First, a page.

Toni Onley’s life could be a prime time movie
Landscape artists come to Whistler for Arts Festival
By Paul Andrew
Although Vancouver landscape artist Toni Onley has made a fortune selling his water-colour canvasses, the man doesn’t own a computer.
He does, however, own an $8 million mansion near the University of British Columbia and keeps a Rolls Royce in the garage for sunny day cruising.
And Onley is the first person to tell you that he is best remembered by other Canadian artists and people in the art business for making a lot of money selling his paintings. In 1980, Onley made his first million by selling everything in his studio. That was when he was 50 years old. Now 70, Onley says he has been painting for 64 years. He will be in Whistler Friday, June 18, to give a keynote address to interested artists and art lovers to kick off the Whistler Arts Experience Festival, which runs June 18-20.
"Money is actually a by-product of good work," Onley said from his Vancouver digs last week. "Some people will say; ‘this is the year I’m going to make a million.’ But you can’t think about it that way because you end up losing it the next year. I’m actually a spiritual person. The money just comes after you achieve good work, and I’ve achieved that."
Onley has a history of connecting with the Whistler landscapes and much of the Coastal Mountain Range’s glaciers and icecaps. At one time, he did most of his painting via a ski-plane he owned. He would fly to the top of a glacier from an airplane hangar near Delta and be back in time for dinner. That is, until 1983, when a take-off from the Cheakamus Glacier went wrong and almost cost him his life. At 8,000 feet above sea level, Onley became stuck in a 200-foot crevasse.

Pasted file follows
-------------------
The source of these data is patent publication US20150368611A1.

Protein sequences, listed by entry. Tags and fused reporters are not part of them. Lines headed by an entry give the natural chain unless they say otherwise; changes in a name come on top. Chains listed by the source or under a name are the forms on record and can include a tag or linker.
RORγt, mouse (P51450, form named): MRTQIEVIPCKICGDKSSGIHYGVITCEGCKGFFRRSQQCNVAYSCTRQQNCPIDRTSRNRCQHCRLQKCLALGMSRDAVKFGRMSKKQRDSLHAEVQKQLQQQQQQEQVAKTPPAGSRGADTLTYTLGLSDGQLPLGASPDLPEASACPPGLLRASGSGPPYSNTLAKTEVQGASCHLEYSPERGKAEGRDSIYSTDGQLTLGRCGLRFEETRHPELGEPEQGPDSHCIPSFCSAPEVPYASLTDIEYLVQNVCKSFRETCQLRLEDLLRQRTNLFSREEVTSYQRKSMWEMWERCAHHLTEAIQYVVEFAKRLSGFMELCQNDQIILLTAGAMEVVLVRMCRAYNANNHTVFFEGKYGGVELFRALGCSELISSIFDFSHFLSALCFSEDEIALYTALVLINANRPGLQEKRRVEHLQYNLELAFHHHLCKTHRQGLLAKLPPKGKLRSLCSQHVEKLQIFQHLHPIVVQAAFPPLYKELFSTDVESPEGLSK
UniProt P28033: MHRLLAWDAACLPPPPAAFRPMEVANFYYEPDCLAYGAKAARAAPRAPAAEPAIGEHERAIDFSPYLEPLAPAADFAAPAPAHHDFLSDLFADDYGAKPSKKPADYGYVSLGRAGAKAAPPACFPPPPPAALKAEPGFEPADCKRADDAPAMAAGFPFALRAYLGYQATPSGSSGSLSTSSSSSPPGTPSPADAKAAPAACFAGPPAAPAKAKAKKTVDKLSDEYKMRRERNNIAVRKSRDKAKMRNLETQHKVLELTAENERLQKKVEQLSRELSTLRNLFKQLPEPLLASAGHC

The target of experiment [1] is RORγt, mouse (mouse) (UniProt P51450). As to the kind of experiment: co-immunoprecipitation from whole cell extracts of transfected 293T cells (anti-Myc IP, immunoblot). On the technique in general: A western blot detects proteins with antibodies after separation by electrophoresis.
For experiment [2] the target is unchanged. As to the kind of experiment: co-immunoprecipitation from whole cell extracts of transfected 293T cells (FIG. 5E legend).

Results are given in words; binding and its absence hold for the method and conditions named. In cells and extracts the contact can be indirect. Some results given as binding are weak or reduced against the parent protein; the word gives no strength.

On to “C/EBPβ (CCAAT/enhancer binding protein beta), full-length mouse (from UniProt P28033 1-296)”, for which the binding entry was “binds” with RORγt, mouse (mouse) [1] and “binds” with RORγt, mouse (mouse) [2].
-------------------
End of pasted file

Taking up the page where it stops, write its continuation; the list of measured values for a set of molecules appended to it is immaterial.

"I was with John Reeves, a Toronto photographer who had been commissioned to do a photo essay on me — the Flying Artist, or some such title. So we flew up the highest glacier in the Whistler area... to do some painting. I would like to say that it was a magnificent bit of flying," Onley says about skipping one crevasse and ending up wedged in another. "But the truth is I had lost control."
Onley and Reeves were on the glacier 18 hours before being rescued by helicopter the next morning. The plane was trashed and subsequently limited Onley’s high alpine landscape painting.
But the legend of Toni Onley lives on and can be seen, he says, in many of the Whistler properties and chalets. Reproductions of two paintings, one of Whistler Mountain and the other of Blackcomb, hang in the hallways of many of Whistler’s tourist accommodations.
"That was 10 years ago. There hasn’t been any available for about two years now. I sold a lot of paintings in the ’80s and I made about half-a-million dollars a year. I guess nowadays, you will find my paintings at auctions... places like Sotheby’s. But in 1990/91, it seemed the first thing one could do without was a painting, because of the recession I suppose. But that’s changing now."
Not that Onley is hard-up for cash. His eight-floor mansion in Vancouver is admired by magazines and architectural aficionados looking for a unique design. In addition to the North American magazines clamouring for a photo-spread, a Japanese crew recently came to Vancouver specifically to photograph the house.
He’s also bought another plane, to replace the old ski-plane he left on the Cheakamus Glacier 16 years ago.
"It’s the only way to get around in B.C. I love to go to the Alpine Lakes and paint landscapes in water colour."
Onley says he’s not sure what he will talk about during his visit to Whistler, but the theme of Putting Art Back Into Your Life might give him a start. Certainly, at 70 years old and some 40 years of professional painting behind him, the mixture of art and life should be an easy topic for Onley.